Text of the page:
Rodin Cars’ F1 team bid rejected, would’ve hired a female driver | Top Gear
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Rodin Cars’ F1 team bid rejected, would’ve hired a female driver

New Zealand carmaker confirms its bid to join F1 has been denied, despite billionaire funding and plans to run a female driver

Published: 28 Sep 2023

Rodin Cars - the New Zealand-based, single-seater track car maker and owner of junior motorsport outfit Carlin - has confirmed that its application to start an F1 team has been rejected.

The FIA had called for potential new F1 teams to step forward in January, and a joint Andretti-Cadillac bid was the first to go public just two days later.

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Rodin was one of three other entities to join the formal bidding process with less fanfare, but reports suggest only Andretti has reached the final stage and while we’ve heard nothing formal just yet, even Rodin admits the Americans’ joint pitch will be “the only successful applicant”.

However, it seems Rodin is a bit narked at being told ‘thanks, but no thanks’. In a statement penned by billionaire founder David Dicker, it points out several key areas where it thinks it had the edge over Andretti’s proposal.

These include its ‘state-of-the-art facility in New Zealand’, the fact that it’s a car manufacturer, its ownership of Carlin and therefore ability to prepare drivers in the likes of Formula 3 and Formula 2, potential talks over a ‘collaboration’ with Ferrari (you’d think regarding an engine), and adequate funding thanks to its owner's deep pockets.

Rodin also says it would’ve ‘guaranteed’ a female driver on the grid. It claims to have tested Liam Lawson (AlphaTauri’s current super sub for the injured Daniel Ricciardo), Jamie Chadwick and British F4 driver Louis Sharp in an F3 car and its own F2-beating, V8-engined FZed single seater (pictured). “Jamie performed exceptionally well, and if she was available, we would have no hesitation in putting her in a seat.” Wow.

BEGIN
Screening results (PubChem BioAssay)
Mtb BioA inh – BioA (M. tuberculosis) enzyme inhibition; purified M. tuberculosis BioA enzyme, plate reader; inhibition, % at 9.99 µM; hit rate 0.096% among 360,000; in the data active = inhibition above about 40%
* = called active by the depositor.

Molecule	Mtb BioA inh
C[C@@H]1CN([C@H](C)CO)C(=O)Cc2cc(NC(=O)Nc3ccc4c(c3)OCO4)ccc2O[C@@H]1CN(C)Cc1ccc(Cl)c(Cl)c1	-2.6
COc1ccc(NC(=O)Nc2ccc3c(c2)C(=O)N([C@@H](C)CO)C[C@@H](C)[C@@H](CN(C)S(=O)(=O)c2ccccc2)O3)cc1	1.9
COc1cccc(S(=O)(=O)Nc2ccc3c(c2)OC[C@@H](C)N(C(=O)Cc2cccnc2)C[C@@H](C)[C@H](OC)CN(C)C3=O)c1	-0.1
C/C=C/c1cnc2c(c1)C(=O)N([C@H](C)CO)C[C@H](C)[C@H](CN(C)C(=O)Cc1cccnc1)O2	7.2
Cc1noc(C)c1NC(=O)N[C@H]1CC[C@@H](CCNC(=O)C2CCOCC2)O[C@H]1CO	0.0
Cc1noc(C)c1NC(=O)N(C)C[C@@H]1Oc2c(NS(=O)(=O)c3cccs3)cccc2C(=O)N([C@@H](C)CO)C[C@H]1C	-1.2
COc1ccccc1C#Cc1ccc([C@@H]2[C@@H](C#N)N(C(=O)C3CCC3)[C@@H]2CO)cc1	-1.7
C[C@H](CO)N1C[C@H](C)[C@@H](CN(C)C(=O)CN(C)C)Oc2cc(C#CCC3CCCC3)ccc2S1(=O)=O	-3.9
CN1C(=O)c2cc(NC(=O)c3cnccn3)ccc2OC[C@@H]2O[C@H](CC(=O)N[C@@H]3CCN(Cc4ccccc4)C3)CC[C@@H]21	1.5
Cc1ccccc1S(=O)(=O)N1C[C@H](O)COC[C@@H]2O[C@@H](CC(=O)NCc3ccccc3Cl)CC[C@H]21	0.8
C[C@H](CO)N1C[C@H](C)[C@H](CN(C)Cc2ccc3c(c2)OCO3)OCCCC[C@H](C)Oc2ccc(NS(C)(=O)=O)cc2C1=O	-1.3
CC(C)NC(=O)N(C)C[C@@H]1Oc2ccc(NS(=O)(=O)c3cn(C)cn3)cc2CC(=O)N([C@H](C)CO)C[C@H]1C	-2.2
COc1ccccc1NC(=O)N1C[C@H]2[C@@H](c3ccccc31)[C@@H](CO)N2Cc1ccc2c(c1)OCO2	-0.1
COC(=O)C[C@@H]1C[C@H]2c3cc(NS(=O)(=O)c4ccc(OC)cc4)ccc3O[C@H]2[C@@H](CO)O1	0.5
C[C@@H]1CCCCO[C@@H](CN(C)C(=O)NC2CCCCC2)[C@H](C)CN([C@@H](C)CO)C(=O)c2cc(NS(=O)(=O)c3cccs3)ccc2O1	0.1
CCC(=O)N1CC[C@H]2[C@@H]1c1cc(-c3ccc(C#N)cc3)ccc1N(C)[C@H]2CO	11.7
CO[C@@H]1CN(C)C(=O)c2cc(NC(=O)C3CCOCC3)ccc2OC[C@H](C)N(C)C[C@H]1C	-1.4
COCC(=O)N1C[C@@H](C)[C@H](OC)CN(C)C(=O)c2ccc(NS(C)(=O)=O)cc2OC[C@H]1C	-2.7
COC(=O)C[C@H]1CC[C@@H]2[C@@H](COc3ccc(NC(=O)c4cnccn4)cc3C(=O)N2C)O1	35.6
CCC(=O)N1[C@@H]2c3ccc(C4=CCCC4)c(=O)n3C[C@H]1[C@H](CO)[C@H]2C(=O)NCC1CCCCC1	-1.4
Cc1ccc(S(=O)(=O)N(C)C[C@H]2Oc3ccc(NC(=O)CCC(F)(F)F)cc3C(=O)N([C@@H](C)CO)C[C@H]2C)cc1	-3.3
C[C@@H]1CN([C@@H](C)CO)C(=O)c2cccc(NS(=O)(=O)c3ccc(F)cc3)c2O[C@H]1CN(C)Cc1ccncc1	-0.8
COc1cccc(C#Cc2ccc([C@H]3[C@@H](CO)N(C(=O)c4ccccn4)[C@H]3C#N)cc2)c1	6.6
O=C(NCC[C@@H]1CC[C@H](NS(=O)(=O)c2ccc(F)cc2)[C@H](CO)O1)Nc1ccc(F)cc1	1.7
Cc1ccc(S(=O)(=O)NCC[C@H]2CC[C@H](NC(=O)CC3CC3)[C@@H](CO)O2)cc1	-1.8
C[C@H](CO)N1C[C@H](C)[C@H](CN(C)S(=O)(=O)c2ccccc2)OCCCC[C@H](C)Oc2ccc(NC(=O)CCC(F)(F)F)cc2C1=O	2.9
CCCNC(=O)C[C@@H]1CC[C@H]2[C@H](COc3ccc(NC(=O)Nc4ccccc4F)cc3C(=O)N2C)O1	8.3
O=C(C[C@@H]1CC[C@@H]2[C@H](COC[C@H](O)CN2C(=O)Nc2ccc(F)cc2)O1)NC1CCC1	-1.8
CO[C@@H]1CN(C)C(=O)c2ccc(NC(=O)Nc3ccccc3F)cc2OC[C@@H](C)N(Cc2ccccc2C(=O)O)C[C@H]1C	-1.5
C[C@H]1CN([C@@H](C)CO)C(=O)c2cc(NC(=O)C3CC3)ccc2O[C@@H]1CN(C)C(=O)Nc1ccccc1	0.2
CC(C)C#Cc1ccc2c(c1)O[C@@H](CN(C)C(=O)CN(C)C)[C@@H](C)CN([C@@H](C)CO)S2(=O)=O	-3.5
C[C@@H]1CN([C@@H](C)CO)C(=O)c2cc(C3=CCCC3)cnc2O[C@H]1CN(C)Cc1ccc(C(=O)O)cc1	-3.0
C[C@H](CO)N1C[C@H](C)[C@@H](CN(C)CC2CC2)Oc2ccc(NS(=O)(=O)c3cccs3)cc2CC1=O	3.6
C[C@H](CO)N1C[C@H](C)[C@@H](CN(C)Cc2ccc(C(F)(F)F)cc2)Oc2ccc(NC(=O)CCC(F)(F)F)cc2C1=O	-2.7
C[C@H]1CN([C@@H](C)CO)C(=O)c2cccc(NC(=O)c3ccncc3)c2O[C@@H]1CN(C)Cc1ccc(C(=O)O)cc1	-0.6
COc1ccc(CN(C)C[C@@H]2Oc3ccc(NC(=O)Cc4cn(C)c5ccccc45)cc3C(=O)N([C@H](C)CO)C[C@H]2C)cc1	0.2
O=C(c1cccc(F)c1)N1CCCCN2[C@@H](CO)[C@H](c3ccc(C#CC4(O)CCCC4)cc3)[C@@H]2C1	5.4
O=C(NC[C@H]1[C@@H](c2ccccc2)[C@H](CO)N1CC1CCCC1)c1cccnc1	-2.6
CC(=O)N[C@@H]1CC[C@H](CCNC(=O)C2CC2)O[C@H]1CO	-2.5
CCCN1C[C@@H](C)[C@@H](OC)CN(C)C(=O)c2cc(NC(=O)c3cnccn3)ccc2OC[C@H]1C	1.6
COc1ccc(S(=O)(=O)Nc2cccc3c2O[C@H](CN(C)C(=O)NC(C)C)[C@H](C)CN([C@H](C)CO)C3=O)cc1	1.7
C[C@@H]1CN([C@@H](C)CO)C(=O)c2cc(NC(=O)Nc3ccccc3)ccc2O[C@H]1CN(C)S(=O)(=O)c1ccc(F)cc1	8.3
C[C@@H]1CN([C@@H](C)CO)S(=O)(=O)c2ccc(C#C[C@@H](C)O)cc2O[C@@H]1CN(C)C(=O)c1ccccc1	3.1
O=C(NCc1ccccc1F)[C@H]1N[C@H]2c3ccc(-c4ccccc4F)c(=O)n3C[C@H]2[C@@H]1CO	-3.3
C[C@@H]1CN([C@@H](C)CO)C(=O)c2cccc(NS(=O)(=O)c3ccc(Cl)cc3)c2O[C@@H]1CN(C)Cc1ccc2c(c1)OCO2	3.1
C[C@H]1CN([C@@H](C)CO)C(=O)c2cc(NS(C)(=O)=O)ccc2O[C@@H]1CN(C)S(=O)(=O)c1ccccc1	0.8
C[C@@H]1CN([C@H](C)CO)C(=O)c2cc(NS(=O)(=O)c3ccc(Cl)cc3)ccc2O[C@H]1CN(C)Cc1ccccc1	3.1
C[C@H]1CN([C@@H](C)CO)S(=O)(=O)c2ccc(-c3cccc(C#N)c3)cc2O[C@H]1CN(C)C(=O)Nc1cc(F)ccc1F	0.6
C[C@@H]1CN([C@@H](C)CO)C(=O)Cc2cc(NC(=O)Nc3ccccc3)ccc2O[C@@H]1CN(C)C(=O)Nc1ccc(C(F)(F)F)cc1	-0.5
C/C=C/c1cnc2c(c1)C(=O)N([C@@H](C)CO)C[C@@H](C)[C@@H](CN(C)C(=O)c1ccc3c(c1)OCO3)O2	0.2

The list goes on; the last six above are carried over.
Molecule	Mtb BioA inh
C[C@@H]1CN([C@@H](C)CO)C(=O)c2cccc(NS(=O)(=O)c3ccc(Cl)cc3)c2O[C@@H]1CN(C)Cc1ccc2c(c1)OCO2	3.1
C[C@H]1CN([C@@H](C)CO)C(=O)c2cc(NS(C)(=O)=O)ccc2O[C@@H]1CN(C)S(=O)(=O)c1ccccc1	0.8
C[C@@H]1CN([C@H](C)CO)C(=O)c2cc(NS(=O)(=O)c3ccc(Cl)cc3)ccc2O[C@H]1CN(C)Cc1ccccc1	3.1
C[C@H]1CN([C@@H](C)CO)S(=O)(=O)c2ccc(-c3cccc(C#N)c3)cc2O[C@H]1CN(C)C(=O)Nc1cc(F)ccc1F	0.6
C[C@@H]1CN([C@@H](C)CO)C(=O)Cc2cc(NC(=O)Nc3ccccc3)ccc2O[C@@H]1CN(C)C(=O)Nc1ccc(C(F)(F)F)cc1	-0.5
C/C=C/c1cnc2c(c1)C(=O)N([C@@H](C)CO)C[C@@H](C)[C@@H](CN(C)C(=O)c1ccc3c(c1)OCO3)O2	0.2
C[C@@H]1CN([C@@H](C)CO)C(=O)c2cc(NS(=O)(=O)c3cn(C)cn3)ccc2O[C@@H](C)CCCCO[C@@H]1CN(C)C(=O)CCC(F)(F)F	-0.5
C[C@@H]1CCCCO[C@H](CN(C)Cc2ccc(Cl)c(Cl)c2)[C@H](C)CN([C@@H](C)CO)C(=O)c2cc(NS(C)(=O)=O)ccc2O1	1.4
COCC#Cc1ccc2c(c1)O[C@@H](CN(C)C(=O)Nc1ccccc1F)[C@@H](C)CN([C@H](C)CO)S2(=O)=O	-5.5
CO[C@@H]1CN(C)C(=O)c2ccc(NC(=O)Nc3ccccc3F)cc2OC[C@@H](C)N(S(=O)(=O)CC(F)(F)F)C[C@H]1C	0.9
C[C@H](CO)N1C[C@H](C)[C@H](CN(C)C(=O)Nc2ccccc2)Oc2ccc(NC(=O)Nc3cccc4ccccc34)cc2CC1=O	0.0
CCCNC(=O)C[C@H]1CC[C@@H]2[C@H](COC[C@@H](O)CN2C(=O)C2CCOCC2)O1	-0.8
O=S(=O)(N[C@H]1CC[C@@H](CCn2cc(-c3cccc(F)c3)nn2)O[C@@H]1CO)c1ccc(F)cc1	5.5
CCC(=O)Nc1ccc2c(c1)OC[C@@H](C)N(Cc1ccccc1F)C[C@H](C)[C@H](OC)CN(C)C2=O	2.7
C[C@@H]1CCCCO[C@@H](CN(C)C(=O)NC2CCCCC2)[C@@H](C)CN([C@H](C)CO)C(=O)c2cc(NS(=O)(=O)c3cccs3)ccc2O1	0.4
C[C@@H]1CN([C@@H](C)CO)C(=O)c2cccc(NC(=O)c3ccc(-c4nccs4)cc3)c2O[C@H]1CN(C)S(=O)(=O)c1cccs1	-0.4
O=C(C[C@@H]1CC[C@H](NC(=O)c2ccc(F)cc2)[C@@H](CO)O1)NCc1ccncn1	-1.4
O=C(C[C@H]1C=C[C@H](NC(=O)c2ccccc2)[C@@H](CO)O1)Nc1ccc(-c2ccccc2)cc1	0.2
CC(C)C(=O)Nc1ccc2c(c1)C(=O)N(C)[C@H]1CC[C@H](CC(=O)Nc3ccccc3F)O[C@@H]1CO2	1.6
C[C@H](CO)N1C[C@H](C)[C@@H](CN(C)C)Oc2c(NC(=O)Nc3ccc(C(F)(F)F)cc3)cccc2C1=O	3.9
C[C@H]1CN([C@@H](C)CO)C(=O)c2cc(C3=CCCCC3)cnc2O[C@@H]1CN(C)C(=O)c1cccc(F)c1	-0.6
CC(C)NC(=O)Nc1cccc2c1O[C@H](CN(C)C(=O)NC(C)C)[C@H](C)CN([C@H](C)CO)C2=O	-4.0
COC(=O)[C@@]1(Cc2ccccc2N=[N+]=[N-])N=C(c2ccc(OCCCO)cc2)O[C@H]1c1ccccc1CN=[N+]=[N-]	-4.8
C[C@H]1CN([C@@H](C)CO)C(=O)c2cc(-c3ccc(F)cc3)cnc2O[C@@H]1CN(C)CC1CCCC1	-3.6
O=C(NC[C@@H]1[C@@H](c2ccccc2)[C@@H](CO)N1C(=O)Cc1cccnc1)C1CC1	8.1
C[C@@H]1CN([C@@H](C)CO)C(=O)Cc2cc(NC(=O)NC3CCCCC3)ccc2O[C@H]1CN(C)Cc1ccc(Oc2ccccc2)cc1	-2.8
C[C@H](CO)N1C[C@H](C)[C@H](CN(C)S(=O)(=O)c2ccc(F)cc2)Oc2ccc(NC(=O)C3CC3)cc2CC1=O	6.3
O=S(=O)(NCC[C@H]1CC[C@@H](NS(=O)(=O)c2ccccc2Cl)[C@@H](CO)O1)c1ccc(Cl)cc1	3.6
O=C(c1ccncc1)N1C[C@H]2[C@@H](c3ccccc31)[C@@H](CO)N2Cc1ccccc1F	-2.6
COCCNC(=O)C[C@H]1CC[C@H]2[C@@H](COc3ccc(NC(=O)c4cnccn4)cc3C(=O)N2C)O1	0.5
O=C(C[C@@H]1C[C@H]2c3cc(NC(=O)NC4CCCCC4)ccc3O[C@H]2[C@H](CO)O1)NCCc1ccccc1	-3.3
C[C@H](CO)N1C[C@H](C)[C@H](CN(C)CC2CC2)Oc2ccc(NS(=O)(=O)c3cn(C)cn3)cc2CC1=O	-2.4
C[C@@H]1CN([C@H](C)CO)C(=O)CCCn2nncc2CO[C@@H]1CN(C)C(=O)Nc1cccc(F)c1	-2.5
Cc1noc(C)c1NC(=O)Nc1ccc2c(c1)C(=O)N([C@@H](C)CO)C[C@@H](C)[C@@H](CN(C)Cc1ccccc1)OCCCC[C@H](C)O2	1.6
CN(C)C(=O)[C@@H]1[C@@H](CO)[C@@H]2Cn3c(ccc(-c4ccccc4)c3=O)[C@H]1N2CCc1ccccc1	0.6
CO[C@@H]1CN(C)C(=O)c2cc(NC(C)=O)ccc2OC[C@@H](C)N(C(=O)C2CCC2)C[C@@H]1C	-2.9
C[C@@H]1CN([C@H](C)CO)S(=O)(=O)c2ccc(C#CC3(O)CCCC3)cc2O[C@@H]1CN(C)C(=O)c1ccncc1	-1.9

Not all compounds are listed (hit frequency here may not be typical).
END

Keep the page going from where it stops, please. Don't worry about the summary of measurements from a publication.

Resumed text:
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“Rodin Cars participated in the recent FIA process aimed at gaining entry into the prestigious Formula 1 World Championship,” said Dicker. “Unfortunately, our bid was not successful. This statement is intended to provide insight into the key points of our bid that we believe justified its merit.

“We wish to emphasise that our objective here is not to criticise the FIA or seek a reconsideration of its decision. We fully respect and accept the outcome. Our sole purpose is to release information we consider in the public interest to inform the Formula 1 community.

“We appreciate the opportunity to have participated in the FIA process and extend our best wishes to Andretti for their successful bid. Rodin Cars remains committed to pushing the boundaries of motorsport and will continue to pursue excellence in the world of racing.”

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Should F1 and the FIA be more open to smaller entries like Rodin’s, even if they seem a little riskier?

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